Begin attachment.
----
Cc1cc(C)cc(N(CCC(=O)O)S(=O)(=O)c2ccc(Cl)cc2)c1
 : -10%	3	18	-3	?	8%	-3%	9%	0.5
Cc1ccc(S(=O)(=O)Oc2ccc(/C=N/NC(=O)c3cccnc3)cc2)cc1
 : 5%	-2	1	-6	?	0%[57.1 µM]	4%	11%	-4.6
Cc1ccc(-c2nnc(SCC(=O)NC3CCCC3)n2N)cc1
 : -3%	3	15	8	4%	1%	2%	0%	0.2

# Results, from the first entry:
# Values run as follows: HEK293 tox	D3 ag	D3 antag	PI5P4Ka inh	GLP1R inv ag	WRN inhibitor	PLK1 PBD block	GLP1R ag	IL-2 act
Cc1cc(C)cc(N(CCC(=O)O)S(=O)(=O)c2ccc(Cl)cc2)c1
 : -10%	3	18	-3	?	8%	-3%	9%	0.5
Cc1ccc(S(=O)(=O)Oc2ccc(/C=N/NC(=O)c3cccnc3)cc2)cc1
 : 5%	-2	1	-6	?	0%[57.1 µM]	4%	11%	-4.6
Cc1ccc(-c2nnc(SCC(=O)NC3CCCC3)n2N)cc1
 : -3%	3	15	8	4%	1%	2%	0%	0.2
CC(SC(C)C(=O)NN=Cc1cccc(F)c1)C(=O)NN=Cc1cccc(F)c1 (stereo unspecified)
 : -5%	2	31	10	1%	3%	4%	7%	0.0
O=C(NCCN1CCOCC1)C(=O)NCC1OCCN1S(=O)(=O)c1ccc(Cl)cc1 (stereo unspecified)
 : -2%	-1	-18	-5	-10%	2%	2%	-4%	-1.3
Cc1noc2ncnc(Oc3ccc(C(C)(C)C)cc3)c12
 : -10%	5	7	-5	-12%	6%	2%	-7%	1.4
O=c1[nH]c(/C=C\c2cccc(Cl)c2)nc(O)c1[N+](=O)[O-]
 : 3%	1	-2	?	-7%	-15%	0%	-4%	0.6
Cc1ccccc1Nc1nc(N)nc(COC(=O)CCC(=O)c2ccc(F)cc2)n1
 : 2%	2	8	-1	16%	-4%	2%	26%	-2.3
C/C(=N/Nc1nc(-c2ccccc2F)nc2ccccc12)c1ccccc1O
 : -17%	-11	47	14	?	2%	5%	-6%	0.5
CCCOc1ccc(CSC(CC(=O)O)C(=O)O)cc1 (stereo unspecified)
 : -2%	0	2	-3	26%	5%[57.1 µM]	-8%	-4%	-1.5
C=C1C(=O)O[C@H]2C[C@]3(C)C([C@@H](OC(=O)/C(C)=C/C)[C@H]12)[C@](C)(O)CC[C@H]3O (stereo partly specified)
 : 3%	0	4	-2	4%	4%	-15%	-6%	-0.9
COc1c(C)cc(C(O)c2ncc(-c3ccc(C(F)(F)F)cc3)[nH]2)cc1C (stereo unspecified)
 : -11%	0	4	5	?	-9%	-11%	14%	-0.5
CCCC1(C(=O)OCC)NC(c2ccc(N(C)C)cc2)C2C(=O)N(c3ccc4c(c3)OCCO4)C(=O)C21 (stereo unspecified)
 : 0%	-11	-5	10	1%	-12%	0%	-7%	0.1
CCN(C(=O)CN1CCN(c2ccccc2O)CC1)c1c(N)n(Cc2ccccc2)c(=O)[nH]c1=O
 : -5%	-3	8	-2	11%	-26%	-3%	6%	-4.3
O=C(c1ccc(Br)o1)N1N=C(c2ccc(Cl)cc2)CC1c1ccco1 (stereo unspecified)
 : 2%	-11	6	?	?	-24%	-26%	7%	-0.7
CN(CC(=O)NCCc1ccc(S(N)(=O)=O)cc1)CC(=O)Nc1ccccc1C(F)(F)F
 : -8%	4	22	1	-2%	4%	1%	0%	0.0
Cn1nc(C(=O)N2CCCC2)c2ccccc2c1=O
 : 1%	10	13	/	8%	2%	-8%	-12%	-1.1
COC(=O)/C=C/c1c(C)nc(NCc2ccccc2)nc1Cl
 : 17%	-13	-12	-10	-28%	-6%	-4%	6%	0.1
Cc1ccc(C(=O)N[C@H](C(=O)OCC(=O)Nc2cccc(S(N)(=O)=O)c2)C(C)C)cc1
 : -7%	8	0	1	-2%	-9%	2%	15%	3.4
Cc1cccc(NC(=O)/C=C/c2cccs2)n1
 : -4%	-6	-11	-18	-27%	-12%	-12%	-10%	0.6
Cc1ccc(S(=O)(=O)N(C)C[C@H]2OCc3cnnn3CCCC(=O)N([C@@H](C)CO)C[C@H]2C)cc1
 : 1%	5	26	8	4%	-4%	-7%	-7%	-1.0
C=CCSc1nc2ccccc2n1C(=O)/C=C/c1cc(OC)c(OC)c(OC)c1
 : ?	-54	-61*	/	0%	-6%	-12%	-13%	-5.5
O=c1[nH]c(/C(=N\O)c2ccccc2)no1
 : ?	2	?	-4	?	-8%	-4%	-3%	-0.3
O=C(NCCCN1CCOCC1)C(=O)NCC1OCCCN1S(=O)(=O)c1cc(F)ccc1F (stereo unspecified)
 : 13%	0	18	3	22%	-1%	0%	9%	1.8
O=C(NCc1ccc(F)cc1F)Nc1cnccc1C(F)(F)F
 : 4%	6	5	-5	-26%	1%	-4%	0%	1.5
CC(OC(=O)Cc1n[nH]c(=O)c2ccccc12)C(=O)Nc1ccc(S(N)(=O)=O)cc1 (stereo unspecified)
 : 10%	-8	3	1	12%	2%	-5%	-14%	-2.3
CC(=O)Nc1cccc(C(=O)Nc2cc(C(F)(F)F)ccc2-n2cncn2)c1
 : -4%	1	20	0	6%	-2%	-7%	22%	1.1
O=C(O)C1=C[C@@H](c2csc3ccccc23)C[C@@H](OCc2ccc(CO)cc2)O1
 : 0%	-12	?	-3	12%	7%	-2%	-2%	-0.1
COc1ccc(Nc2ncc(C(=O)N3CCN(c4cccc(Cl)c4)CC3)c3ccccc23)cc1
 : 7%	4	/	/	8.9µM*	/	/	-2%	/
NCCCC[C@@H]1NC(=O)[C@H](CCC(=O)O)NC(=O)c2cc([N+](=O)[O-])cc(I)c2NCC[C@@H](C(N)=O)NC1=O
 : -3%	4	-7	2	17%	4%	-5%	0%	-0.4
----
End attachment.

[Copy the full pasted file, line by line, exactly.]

Cc1cc(C)cc(N(CCC(=O)O)S(=O)(=O)c2ccc(Cl)cc2)c1
 : -10%	3	18	-3	?	8%	-3%	9%	0.5
Cc1ccc(S(=O)(=O)Oc2ccc(/C=N/NC(=O)c3cccnc3)cc2)cc1
 : 5%	-2	1	-6	?	0%[57.1 µM]	4%	11%	-4.6
Cc1ccc(-c2nnc(SCC(=O)NC3CCCC3)n2N)cc1
 : -3%	3	15	8	4%	1%	2%	0%	0.2

# Results, from the first entry:
# Values run as follows: HEK293 tox	D3 ag	D3 antag	PI5P4Ka inh	GLP1R inv ag	WRN inhibitor	PLK1 PBD block	GLP1R ag	IL-2 act
Cc1cc(C)cc(N(CCC(=O)O)S(=O)(=O)c2ccc(Cl)cc2)c1
 : -10%	3	18	-3	?	8%	-3%	9%	0.5
Cc1ccc(S(=O)(=O)Oc2ccc(/C=N/NC(=O)c3cccnc3)cc2)cc1
 : 5%	-2	1	-6	?	0%[57.1 µM]	4%	11%	-4.6
Cc1ccc(-c2nnc(SCC(=O)NC3CCCC3)n2N)cc1
 : -3%	3	15	8	4%	1%	2%	0%	0.2
CC(SC(C)C(=O)NN=Cc1cccc(F)c1)C(=O)NN=Cc1cccc(F)c1 (stereo unspecified)
 : -5%	2	31	10	1%	3%	4%	7%	0.0
O=C(NCCN1CCOCC1)C(=O)NCC1OCCN1S(=O)(=O)c1ccc(Cl)cc1 (stereo unspecified)
 : -2%	-1	-18	-5	-10%	2%	2%	-4%	-1.3
Cc1noc2ncnc(Oc3ccc(C(C)(C)C)cc3)c12
 : -10%	5	7	-5	-12%	6%	2%	-7%	1.4
O=c1[nH]c(/C=C\c2cccc(Cl)c2)nc(O)c1[N+](=O)[O-]
 : 3%	1	-2	?	-7%	-15%	0%	-4%	0.6
Cc1ccccc1Nc1nc(N)nc(COC(=O)CCC(=O)c2ccc(F)cc2)n1
 : 2%	2	8	-1	16%	-4%	2%	26%	-2.3
C/C(=N/Nc1nc(-c2ccccc2F)nc2ccccc12)c1ccccc1O
 : -17%	-11	47	14	?	2%	5%	-6%	0.5
CCCOc1ccc(CSC(CC(=O)O)C(=O)O)cc1 (stereo unspecified)
 : -2%	0	2	-3	26%	5%[57.1 µM]	-8%	-4%	-1.5
C=C1C(=O)O[C@H]2C[C@]3(C)C([C@@H](OC(=O)/C(C)=C/C)[C@H]12)[C@](C)(O)CC[C@H]3O (stereo partly specified)
 : 3%	0	4	-2	4%	4%	-15%	-6%	-0.9
COc1c(C)cc(C(O)c2ncc(-c3ccc(C(F)(F)F)cc3)[nH]2)cc1C (stereo unspecified)
 : -11%	0	4	5	?	-9%	-11%	14%	-0.5
CCCC1(C(=O)OCC)NC(c2ccc(N(C)C)cc2)C2C(=O)N(c3ccc4c(c3)OCCO4)C(=O)C21 (stereo unspecified)
 : 0%	-11	-5	10	1%	-12%	0%	-7%	0.1
CCN(C(=O)CN1CCN(c2ccccc2O)CC1)c1c(N)n(Cc2ccccc2)c(=O)[nH]c1=O
 : -5%	-3	8	-2	11%	-26%	-3%	6%	-4.3
O=C(c1ccc(Br)o1)N1N=C(c2ccc(Cl)cc2)CC1c1ccco1 (stereo unspecified)
 : 2%	-11	6	?	?	-24%	-26%	7%	-0.7
CN(CC(=O)NCCc1ccc(S(N)(=O)=O)cc1)CC(=O)Nc1ccccc1C(F)(F)F
 : -8%	4	22	1	-2%	4%	1%	0%	0.0
Cn1nc(C(=O)N2CCCC2)c2ccccc2c1=O
 : 1%	10	13	/	8%	2%	-8%	-12%	-1.1
COC(=O)/C=C/c1c(C)nc(NCc2ccccc2)nc1Cl
 : 17%	-13	-12	-10	-28%	-6%	-4%	6%	0.1
Cc1ccc(C(=O)N[C@H](C(=O)OCC(=O)Nc2cccc(S(N)(=O)=O)c2)C(C)C)cc1
 : -7%	8	0	1	-2%	-9%	2%	15%	3.4
Cc1cccc(NC(=O)/C=C/c2cccs2)n1
 : -4%	-6	-11	-18	-27%	-12%	-12%	-10%	0.6
Cc1ccc(S(=O)(=O)N(C)C[C@H]2OCc3cnnn3CCCC(=O)N([C@@H](C)CO)C[C@H]2C)cc1
 : 1%	5	26	8	4%	-4%	-7%	-7%	-1.0
C=CCSc1nc2ccccc2n1C(=O)/C=C/c1cc(OC)c(OC)c(OC)c1
 : ?	-54	-61*	/	0%	-6%	-12%	-13%	-5.5
O=c1[nH]c(/C(=N\O)c2ccccc2)no1
 : ?	2	?	-4	?	-8%	-4%	-3%	-0.3
O=C(NCCCN1CCOCC1)C(=O)NCC1OCCCN1S(=O)(=O)c1cc(F)ccc1F (stereo unspecified)
 : 13%	0	18	3	22%	-1%	0%	9%	1.8
O=C(NCc1ccc(F)cc1F)Nc1cnccc1C(F)(F)F
 : 4%	6	5	-5	-26%	1%	-4%	0%	1.5
CC(OC(=O)Cc1n[nH]c(=O)c2ccccc12)C(=O)Nc1ccc(S(N)(=O)=O)cc1 (stereo unspecified)
 : 10%	-8	3	1	12%	2%	-5%	-14%	-2.3
CC(=O)Nc1cccc(C(=O)Nc2cc(C(F)(F)F)ccc2-n2cncn2)c1
 : -4%	1	20	0	6%	-2%	-7%	22%	1.1
O=C(O)C1=C[C@@H](c2csc3ccccc23)C[C@@H](OCc2ccc(CO)cc2)O1
 : 0%	-12	?	-3	12%	7%	-2%	-2%	-0.1
COc1ccc(Nc2ncc(C(=O)N3CCN(c4cccc(Cl)c4)CC3)c3ccccc23)cc1
 : 7%	4	/	/	8.9µM*	/	/	-2%	/
NCCCC[C@@H]1NC(=O)[C@H](CCC(=O)O)NC(=O)c2cc([N+](=O)[O-])cc(I)c2NCC[C@@H](C(N)=O)NC1=O
 : -3%	4	-7	2	17%	4%	-5%	0%	-0.4